Caloric Content of Two Foods
Millions of people have been conditioned to count calories in their food and have learned (surprise!) that fatty foods are fattening. Most, however, have little idea what a calorie actually is. It is a unit of energy, just like the joule, the kilowatt-hour, or the foot-pound. The "Calorie" of diet fame is simply the amount of heat energy it would take to raise one kilogram of water one degree Celsius in temperature. In this investigation we will attempt to measure the amount of energy (Calories) released from burning two food items with differing proportions of fats and carbohydrates. Watch this video for an overview.
- Empty aluminum can
- Butane lighter
- Lab thermometer (analog or digital; metric/celsius scale preferred)
- Dissecting probe
- Wire screen/stand
- Aluminum foil or cookie sheet tray
- Electronic scale sensitive to 0.01 grams
- Forceps or test tube holder
- Weigh your two food items on an electronic balance sensitive to 0.01 grams.
- Weigh the empty can, then fill it about 1/4 to 1/3 full with water, and weigh it again.
- Record the initial temperature of the water in the can.
- Set the can on the stand with the thermometer in it (careful not to knock it over; it may be a bit wobbly), and place a piece of foil or a small aluminum tray under the stand to catch any falling soot.
- Carefully impale the food item on the probe, ignite it with the lighter, and then hold it directly under the can until it burns itself out and won't re-light. (Hint: You may need to rotate the food item to keep it lit, and it will burn more cleanly if the tip of the flame is just below the can, but the food must burn on its own...you can't keep the lighter lit or you will be measuring the calories of the gas in the lighter.)
- Record the highest temperature reached by the water. Repeat the procedure with the second food item. You can re-use the water in the can, but need to record the new starting and ending temperatures.
- When finished, clean up and analyze your data.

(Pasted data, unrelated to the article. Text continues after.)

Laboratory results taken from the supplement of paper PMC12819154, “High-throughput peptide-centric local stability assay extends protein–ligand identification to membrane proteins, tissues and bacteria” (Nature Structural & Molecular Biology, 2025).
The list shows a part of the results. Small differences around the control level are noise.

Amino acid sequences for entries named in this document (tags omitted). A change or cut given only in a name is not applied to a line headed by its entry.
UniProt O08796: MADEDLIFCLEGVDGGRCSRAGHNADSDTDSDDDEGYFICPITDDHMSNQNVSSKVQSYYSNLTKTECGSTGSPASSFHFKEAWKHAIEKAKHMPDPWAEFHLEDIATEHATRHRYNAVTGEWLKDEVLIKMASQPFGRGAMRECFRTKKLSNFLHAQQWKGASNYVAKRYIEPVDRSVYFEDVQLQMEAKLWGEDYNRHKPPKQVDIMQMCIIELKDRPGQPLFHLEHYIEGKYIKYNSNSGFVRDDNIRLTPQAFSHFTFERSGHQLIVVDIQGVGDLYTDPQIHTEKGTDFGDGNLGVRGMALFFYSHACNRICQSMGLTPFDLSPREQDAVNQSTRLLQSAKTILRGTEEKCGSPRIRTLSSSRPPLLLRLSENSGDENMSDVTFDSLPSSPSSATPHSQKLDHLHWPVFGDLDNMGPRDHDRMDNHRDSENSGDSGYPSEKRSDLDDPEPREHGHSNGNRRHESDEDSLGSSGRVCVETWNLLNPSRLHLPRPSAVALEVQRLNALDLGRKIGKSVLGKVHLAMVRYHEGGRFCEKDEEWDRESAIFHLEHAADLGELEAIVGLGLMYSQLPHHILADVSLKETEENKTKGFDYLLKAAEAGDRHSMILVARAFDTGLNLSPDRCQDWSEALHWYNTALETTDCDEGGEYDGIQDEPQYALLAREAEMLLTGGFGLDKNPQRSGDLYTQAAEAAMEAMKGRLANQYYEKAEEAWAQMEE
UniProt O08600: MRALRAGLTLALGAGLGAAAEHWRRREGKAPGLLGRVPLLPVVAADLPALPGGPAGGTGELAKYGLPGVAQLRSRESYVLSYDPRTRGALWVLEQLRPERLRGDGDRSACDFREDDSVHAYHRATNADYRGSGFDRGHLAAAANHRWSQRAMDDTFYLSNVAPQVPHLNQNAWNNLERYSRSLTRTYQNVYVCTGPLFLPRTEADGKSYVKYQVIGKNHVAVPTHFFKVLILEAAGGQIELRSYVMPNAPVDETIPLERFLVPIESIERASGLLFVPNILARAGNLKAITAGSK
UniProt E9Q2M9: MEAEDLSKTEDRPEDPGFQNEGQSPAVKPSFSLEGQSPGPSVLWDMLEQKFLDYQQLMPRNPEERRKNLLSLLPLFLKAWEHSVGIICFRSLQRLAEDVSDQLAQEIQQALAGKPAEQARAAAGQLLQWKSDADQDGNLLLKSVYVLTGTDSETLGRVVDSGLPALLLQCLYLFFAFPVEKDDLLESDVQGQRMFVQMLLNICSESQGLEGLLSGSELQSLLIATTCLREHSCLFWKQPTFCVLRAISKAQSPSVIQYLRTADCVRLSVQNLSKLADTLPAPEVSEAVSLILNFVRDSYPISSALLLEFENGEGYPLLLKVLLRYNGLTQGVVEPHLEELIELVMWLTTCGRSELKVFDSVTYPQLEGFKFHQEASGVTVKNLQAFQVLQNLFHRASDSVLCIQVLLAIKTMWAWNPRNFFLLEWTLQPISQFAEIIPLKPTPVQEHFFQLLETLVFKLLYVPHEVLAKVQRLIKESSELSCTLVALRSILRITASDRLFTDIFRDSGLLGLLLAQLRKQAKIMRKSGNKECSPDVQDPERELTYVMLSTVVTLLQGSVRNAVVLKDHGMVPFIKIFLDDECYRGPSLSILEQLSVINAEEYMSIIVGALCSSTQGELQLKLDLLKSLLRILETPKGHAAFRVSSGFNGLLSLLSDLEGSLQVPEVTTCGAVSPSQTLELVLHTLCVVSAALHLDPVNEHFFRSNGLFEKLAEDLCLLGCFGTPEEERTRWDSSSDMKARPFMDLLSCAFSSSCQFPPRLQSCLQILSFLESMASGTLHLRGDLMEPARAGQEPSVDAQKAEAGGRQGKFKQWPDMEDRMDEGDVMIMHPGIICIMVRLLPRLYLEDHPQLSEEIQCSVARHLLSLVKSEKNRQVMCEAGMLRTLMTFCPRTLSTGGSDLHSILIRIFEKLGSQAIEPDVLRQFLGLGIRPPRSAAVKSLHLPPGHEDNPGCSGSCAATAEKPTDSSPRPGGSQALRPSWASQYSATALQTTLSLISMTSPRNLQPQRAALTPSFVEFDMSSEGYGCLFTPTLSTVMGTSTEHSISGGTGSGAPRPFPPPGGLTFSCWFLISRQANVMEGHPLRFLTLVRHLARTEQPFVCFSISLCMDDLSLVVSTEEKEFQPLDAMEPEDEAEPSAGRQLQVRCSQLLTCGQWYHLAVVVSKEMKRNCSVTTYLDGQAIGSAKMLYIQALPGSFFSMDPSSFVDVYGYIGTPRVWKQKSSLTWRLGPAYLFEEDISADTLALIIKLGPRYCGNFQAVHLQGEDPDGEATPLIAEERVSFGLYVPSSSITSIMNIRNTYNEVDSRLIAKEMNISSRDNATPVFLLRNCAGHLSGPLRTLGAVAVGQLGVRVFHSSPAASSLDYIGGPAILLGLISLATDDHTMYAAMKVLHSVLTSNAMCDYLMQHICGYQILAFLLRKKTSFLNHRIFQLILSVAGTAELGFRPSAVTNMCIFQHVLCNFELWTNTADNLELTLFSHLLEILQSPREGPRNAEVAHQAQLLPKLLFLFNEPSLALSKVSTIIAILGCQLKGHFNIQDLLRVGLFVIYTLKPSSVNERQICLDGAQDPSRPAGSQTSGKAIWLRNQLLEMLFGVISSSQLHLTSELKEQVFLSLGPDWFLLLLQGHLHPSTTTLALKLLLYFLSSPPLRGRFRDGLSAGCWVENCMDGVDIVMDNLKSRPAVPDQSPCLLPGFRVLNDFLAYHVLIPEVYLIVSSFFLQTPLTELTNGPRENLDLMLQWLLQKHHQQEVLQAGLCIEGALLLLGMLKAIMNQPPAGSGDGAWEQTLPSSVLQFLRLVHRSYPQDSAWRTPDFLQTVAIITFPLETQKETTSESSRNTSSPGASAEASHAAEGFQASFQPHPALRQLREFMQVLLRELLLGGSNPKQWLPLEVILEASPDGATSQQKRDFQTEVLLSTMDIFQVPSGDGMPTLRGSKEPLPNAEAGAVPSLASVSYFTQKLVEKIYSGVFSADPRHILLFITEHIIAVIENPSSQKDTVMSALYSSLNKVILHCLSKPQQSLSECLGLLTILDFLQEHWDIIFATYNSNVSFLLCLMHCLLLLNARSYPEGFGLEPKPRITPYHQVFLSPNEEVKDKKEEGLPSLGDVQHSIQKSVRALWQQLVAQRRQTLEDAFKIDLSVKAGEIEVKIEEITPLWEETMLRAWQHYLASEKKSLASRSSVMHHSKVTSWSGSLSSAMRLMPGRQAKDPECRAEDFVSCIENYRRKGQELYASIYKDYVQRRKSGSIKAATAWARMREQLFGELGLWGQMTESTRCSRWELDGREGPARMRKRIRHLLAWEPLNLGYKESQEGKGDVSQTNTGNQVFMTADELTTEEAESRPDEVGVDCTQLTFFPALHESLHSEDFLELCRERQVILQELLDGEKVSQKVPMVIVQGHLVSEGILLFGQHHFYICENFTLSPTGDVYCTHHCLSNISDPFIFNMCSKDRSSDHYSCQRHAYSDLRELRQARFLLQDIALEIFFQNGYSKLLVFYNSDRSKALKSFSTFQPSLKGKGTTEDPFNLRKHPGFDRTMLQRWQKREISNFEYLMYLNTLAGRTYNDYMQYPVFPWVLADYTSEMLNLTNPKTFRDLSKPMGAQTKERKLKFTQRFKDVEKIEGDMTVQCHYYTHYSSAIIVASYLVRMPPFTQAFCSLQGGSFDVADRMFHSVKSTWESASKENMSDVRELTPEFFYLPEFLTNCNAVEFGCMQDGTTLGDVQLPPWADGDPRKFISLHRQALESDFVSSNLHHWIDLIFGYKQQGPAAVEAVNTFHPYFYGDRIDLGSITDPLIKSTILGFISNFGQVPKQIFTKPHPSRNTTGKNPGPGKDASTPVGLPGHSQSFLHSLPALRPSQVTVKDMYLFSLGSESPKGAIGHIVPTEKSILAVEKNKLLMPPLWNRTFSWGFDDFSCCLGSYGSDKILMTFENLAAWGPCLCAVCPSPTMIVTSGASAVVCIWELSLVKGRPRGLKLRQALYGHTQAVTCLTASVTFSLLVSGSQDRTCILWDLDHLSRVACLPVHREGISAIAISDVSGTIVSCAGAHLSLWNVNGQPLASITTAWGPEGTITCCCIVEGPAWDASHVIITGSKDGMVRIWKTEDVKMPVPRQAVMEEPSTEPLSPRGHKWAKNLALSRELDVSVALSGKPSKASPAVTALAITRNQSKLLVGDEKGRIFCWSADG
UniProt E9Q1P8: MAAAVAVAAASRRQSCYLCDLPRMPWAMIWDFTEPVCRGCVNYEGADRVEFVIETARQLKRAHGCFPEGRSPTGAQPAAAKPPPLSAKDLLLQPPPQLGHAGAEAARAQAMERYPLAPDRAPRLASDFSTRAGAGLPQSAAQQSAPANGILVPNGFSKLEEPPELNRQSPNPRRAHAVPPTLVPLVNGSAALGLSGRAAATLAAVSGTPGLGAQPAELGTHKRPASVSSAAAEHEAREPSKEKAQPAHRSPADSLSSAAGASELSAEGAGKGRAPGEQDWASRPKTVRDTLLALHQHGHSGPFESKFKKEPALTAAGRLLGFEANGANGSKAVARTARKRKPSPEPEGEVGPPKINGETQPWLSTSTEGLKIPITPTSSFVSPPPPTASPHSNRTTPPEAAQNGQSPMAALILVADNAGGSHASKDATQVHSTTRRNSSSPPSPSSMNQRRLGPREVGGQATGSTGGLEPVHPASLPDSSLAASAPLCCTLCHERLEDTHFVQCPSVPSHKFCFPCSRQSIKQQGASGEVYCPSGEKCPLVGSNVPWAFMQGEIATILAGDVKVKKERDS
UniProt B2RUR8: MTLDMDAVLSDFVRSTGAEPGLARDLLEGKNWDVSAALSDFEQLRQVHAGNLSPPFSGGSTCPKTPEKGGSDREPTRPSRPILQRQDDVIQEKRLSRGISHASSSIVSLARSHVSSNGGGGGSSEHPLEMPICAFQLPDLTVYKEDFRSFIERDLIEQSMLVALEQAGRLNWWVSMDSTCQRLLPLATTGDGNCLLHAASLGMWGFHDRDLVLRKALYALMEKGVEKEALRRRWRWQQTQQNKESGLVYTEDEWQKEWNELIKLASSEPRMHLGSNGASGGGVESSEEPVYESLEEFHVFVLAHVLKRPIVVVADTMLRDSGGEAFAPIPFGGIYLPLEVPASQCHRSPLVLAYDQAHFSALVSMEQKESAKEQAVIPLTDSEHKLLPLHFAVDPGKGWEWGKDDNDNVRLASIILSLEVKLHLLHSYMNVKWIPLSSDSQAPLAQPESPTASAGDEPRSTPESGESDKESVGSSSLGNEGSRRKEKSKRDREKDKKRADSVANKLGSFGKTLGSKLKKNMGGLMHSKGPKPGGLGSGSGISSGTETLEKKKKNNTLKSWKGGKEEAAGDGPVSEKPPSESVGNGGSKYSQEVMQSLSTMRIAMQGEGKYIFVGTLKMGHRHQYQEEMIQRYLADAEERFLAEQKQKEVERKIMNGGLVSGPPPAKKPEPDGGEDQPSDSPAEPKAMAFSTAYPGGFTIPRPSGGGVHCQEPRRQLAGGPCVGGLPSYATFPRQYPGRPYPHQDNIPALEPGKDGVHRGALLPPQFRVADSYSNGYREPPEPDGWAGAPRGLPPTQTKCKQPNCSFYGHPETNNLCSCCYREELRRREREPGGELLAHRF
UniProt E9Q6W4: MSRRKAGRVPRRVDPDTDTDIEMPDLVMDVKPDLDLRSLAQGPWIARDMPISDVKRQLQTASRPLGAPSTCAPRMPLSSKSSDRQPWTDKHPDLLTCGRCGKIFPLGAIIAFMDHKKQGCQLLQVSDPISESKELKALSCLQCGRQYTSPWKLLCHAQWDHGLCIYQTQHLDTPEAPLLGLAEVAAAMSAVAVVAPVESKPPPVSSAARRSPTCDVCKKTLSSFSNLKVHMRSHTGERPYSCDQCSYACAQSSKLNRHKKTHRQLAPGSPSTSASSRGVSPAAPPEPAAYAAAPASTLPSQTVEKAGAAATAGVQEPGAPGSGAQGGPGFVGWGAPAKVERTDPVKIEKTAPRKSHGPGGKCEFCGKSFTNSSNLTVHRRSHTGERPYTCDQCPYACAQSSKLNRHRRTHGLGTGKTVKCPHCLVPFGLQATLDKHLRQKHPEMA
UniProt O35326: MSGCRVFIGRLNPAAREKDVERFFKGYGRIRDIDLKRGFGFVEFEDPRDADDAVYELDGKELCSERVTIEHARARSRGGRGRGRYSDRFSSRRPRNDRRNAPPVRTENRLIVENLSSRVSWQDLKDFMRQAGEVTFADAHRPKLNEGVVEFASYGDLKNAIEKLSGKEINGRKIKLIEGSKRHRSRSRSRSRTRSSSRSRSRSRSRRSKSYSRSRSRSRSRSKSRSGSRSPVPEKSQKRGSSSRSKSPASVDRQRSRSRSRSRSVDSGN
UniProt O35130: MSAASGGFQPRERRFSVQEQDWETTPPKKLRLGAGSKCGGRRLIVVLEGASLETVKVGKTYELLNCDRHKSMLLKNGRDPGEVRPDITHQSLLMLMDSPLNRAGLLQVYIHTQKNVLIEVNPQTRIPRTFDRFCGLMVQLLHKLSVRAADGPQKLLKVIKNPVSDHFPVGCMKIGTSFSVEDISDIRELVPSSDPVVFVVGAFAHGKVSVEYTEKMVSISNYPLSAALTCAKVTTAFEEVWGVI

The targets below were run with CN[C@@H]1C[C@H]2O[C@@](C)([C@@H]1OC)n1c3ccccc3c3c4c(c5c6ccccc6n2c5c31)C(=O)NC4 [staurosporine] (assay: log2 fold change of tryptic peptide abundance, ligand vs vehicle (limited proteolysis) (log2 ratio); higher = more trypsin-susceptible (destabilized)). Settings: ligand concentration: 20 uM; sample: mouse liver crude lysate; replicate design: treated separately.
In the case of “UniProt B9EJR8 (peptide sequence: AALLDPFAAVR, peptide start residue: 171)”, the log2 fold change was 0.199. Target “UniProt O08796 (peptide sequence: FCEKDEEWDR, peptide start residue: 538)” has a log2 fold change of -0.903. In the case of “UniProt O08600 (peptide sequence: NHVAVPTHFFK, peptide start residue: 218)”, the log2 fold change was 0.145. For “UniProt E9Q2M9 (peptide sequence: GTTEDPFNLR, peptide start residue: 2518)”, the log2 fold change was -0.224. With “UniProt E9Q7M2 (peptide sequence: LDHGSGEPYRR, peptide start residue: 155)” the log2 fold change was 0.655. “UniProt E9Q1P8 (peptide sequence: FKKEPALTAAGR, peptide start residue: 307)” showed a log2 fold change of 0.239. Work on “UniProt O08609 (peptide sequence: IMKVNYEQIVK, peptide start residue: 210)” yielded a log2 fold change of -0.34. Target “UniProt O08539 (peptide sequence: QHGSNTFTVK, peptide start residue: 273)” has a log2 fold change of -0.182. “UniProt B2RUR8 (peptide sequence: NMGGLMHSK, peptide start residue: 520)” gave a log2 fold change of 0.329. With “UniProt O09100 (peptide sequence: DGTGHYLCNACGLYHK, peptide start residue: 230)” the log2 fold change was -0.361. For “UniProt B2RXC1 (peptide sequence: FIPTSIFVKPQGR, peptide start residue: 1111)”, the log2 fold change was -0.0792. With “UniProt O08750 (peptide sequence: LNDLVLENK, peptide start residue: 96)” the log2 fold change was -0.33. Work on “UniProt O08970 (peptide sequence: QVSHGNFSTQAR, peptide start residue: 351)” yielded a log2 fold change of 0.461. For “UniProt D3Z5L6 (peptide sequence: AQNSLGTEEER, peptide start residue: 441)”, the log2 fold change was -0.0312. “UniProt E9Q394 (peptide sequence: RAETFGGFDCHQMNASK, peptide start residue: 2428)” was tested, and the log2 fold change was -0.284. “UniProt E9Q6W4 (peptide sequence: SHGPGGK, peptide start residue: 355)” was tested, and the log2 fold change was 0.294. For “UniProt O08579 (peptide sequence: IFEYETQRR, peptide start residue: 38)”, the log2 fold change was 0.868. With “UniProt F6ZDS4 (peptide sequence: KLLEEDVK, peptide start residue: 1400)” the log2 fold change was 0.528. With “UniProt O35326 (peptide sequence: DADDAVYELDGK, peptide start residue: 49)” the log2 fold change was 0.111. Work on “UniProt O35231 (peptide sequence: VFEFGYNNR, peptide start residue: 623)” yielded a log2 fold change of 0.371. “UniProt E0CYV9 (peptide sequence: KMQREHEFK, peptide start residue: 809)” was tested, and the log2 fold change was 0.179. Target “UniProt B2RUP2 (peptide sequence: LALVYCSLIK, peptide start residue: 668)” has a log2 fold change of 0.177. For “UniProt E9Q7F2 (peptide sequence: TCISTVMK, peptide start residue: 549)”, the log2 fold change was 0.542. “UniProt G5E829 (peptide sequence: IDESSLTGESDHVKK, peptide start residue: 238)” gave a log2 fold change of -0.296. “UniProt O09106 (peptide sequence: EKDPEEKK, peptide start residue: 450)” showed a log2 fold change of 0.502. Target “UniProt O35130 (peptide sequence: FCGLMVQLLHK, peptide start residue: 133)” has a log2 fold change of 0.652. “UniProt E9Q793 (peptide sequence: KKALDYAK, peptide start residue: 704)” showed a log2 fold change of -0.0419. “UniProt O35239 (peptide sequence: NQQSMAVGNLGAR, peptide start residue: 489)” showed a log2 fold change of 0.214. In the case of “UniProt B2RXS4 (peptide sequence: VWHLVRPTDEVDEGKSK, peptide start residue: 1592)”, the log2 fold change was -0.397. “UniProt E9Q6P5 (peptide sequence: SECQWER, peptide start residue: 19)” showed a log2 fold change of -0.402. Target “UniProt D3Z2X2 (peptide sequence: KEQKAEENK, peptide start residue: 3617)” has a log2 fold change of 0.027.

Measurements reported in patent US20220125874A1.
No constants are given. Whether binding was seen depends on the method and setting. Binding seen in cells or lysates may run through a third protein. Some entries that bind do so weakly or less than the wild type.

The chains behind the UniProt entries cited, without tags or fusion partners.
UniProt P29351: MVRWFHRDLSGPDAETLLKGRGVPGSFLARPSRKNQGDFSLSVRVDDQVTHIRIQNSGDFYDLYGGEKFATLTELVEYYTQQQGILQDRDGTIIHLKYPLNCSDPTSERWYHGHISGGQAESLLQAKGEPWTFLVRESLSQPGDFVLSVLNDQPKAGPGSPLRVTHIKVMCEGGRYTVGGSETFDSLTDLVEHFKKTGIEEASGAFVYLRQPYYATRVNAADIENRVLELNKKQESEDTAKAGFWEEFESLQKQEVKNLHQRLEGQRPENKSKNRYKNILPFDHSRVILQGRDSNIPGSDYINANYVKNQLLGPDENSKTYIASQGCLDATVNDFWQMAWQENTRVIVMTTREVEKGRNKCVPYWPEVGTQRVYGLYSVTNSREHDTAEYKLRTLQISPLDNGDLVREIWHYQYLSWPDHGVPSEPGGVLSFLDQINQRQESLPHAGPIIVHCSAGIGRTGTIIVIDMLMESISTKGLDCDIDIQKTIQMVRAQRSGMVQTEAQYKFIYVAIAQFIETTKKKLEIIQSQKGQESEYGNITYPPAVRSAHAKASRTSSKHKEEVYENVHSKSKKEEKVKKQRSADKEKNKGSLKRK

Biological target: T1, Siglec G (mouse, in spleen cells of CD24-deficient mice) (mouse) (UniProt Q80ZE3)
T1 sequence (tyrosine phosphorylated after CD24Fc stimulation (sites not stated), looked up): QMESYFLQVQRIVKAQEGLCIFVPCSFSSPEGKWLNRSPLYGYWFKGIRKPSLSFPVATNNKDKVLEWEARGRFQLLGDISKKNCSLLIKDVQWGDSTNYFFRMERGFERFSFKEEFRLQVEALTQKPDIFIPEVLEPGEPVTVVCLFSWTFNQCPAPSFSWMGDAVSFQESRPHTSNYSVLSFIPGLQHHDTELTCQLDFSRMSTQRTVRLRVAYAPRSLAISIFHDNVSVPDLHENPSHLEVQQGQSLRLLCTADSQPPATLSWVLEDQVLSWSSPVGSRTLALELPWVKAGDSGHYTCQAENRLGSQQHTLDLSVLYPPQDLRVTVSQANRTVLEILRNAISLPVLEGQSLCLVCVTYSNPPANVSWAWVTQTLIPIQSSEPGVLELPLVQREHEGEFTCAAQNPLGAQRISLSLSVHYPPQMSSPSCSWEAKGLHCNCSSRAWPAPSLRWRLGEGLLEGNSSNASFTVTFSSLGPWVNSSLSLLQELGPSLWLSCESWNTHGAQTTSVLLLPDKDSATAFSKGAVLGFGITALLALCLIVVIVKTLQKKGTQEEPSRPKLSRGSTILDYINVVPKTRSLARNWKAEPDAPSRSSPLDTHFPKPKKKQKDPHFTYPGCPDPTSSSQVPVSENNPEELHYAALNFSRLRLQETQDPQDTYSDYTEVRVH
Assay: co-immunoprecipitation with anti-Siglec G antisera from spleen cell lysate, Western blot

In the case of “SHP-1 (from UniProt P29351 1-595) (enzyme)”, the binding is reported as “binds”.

Results (Part A): Fill in the following table while doing the lab. If you like, you can do your calculations using this pre-built Excel spreadsheet.
Mass of the empty can (g)
Mass of water + can (g)
Mass of just the water (g)
Mass of water in the can (kg) Convert from grams
Important: Each of the following measurements needs to be taken twice; once for each food type.
Mass of food item (g)
Initial temp of water (℃)
Highest temp of water (℃)
Temperature change (℃)
- Calculate the number of calories in your food using the equation below. Don't let the units confuse you. They will cancel out. Simplified, it's just Calories = water mass * temp change.
- Divide total calories of each food item by its mass to obtain Calories per gram.
Q = m * c * ΔT
energy absorbed by water = mass of water * specific heat of water * temperature change
Calories = (Mass of water in kg) * [(1 Calorie) / (1 kg)(1℃)] * (temp change in ℃)
Results (Part B):
Calories absorbed by water (cal):
Calories per gram of food (cal/g):
- What does burning the foods do to them? How does this relate to respiration and digestion?
- What was the purpose of the water in the can? Why didn't it matter exactly how much water was in the can?
- Why did we compute calories per gram instead of just calories?
- Why will our technique almost certainly underestimate the actual number of calories? Refer here for true values.
- Though our method is crude, why is there still validity in the comparison across the two foods?
- Which food had more calories per gram? How should a food rich in fats compare to a food rich in carbohydrates?
- How would your results differ if you kept the food under the lighter flame throughout?
- If the food was not completely burned, how would this affect your results?
- What is the practical value of this technique (which is known as calorimetry)?
- Why do animals consume food? Why do animals need oxygen?
Fat: 1 gram = 9 calories
Protein: 1 gram = 4 calories
Carbohydrates: 1 gram = 4 calories
Alcohol: 1 gram = 7 calories